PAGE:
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Marcel Duchamp, The Large Glass

Marcel Duchamp, The Bride Stripped Bare by Her Bachelors, Even (The Large Glass), oil, varnish, lead foil, lead wire, and dust on two glass panels, 277.5 × 177.8 × 8.6 cm © Estate of Marcel Duchamp (Philadelphia Museum of Art). Created by Beth Harris and Steven Zucker.

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Video transcript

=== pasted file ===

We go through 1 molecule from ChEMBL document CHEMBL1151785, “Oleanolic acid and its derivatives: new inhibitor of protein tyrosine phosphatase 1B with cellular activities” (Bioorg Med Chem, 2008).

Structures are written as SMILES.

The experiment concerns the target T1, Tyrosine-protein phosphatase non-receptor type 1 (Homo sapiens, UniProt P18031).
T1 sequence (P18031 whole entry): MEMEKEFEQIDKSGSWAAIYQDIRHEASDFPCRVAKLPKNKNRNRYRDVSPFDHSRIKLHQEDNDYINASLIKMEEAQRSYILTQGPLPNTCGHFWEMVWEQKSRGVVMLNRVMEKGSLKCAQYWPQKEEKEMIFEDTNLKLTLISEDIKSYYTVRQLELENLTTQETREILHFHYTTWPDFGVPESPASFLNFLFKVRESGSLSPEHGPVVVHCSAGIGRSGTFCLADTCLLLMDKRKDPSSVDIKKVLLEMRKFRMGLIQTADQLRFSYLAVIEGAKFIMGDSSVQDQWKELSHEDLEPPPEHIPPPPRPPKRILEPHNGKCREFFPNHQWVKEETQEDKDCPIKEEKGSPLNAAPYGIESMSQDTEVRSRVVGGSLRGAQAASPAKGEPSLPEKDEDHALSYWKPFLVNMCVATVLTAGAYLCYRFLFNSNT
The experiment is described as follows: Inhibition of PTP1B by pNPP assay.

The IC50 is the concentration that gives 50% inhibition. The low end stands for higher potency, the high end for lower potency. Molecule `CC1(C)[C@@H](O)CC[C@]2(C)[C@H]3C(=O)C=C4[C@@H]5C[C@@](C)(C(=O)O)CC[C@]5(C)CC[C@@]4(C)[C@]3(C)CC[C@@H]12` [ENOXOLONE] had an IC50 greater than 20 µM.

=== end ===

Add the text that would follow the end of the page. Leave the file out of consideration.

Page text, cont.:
(jazzy piano music) - [Voiceover] We're in the Philadelphia Museum of Art looking at a large piece of broken glass. - [Voiceover] A work of art by Marcel Duchamp. This The Bride Stripped Bare by Her Bachelors, Even, also known as the The Large Glass. Dates to 1915, but he worked on it till 1923. Made many studies, wrote a book about it, and declared it in 1923, definitively unfinished. - [Voiceover] When he would eventually unpack it after it had been shipped relating to an exhibition at the Brooklyn Museum, he found that both large panes had been shattered, he declared it complete. - [Voiceover] And he reassembled all the pieces of glass, and decades later, he installed it here at the Philadelphia Museum of Art. - [Voiceover] This is not a painting. They're not even painted pieces of glass. Instead, he's using lead wire, lead foil, and dust, which he said he cultivated in his apartment in New York City that he used as the pictorial material. - [Voiceover] The trace of glass is a funny one because in Western painting, there's an idea of painting as a window through which we look into a world that's as real as the world that we're standing in. But, this is so definitively abstracted, so unreal. - [Voiceover] But, it's interesting because this work of art is not the kind of abstraction that we think of often when we think of work that's being produced in 1915 by people like Kazimir Malevich or even Picasso. This is not in that tradition of formal abstraction of geometries. This is an abstraction of ideas. - [Voiceover] When we look closely, we do start to see forms that are recognizable. - [Voiceover] Duchamp actually created what he called The Green Box. This was a small container that included notes and clippings that described the meanings and the elements within The Large Glass. But, what's interesting is that The Green Box contained loose pieces of paper that can be read in any order, so that the meaning is always in flux. Nevertheless, he does name specific elements. - [Voiceover] But, we shouldn't look for certainties of meaning anywhere here. - [Voicoever] Absolutely, and art historians have sometimes fallen into a trap of trying to be definitive. Nevertheless, if we start at the bottom, on the left side, we see a series of forms which Duchamp called malic molds. Malic was a word that just simply, for Duchamp, meant male. A word that he made up. He often created linguistic forms. In the center at the bottom, we can see what he referred to as a chocolate grinder. Above that a series of sieves and giant scissors. And to the right, a little bit difficult to see, and seen obliquely, are optical devices. - [Voiceover] So, what are we to make of the female realm and the male realm? The bachelors at the bottom, and the bride at the top, clearly the realm of male and female, but also a sense of sexual desire. The bride stripped bare by her bachelors. We have a sense of male suitors, of male desire, and of the availability of a female form that stimulates that desire. - [Voiceover] Or lack of availability. One of the ways that The Large Glass is read is that it's desire that powers the machinery that activates everything that's been rendered here both in the realm of the female and the realm of the male. But, none of it consummated. - [Voiceover] It feels to me like he's making fun of the way that, especially in the 19th and 20th century, human beings try to make things rational. Try to explain things. Even things as absurd as human desire. - [Voiceover] And the way in which the rational could be dangerous. Think about when this was made. This was made in 1915. This was during the First World War, one of the most violent conflicts in human history. And what was so startling about that war is that it took place with modern machinery. The machine gun, early tanks, mustard gas. There was a level of violence that was thanks to our industrial rational world. And here we see that the reintroduction of the irrational. - [Voiceover] And you could argue too, and of course this is an important part of the Dadaist movement in the early 20th century, that art, in many ways, the sale of art, the marketability of art, the schools of art, all of these institutions were part of a system that led to the violence of the war. And so, how could art be outside of that? - [Voiceover] Well, Duchamp is rejecting oil on canvas. He's rejecting bronze sculpture, marble sculpture, and he's trying to find a way to deconstruct the meanings that have always driven the desire of the art market. And not only were the materials not traditional, but the method of making wasn't traditional either. There was chance that was introduced. There was absurdity in the construction of the object itself. A good example of that can be seen in the holes that are drilled in the upper right corner. And the idea behind this reminds us that there really is interaction between the two realms. The males shoot upward trying to hit those squares that we see in the kind of thought bubble. In the kind of imagination of the female. - [Voiceover] We do have the sense, at the bottom, of churning this endless machine processing. This frustrated desire that's not fulfilled. - [Voiceover] And violence in the male realm shoots towards the female. And the holes that we're seeing that are drilled are actually the result of Duchamp firing a toy cannon at the upper area missing the female form. But then, the artist would drill wherever the toy cannon actually hit the glass. - [Voiceover] So, we have this immediate difficulty because we want to have an idea of art that is something that's intentionally made by the artist that's beautifully crafted. And firing a toy cannon, and then drilling where that toy cannon hits, completely turns that idea upside down. - [Voiceover] And can be seen as a kind of direct attack on the notion of intentionality, and a reintroduction of the idea of the irrational. - [Voiceover] So, how do we not read that as also a making fun of us who are here looking at this art so very seriously that he fired a toy cannon at? - [Voiceover] There's no question that much of Duchamp's work, including The Large Glass, functions as a kind of entrapment for art historians, for the traditions through which we understand art in the Western tradition. Duchamp's approach to creating art would have a profound impact, especially on the second half of the 20th century. People Jasper Johns, or Robert Rauschenberg or so many of the artists of the post-War era that have rethought the foundational ideas that have driven art for so long. When we were looking at this work, I was looking originally for a signature because for Duchamp, the signature was so important in transforming what he called a ready-made into a work of art. That is of transforming a ready-made object in the world, something he had not created, into something that we looked at differently. But, this work is itself inherently a signature. The top is the realm of the bride, and the first three letters of the word in French for bride if mar, M-A-R. The bottom, the first three letters of the word for bachelor would be cel, C-E-L. And together they spell, of course, his first name. (laughter) So, the entire work is, in a sense, a kind of wordplay and a kind of signature. (jazzy piano music)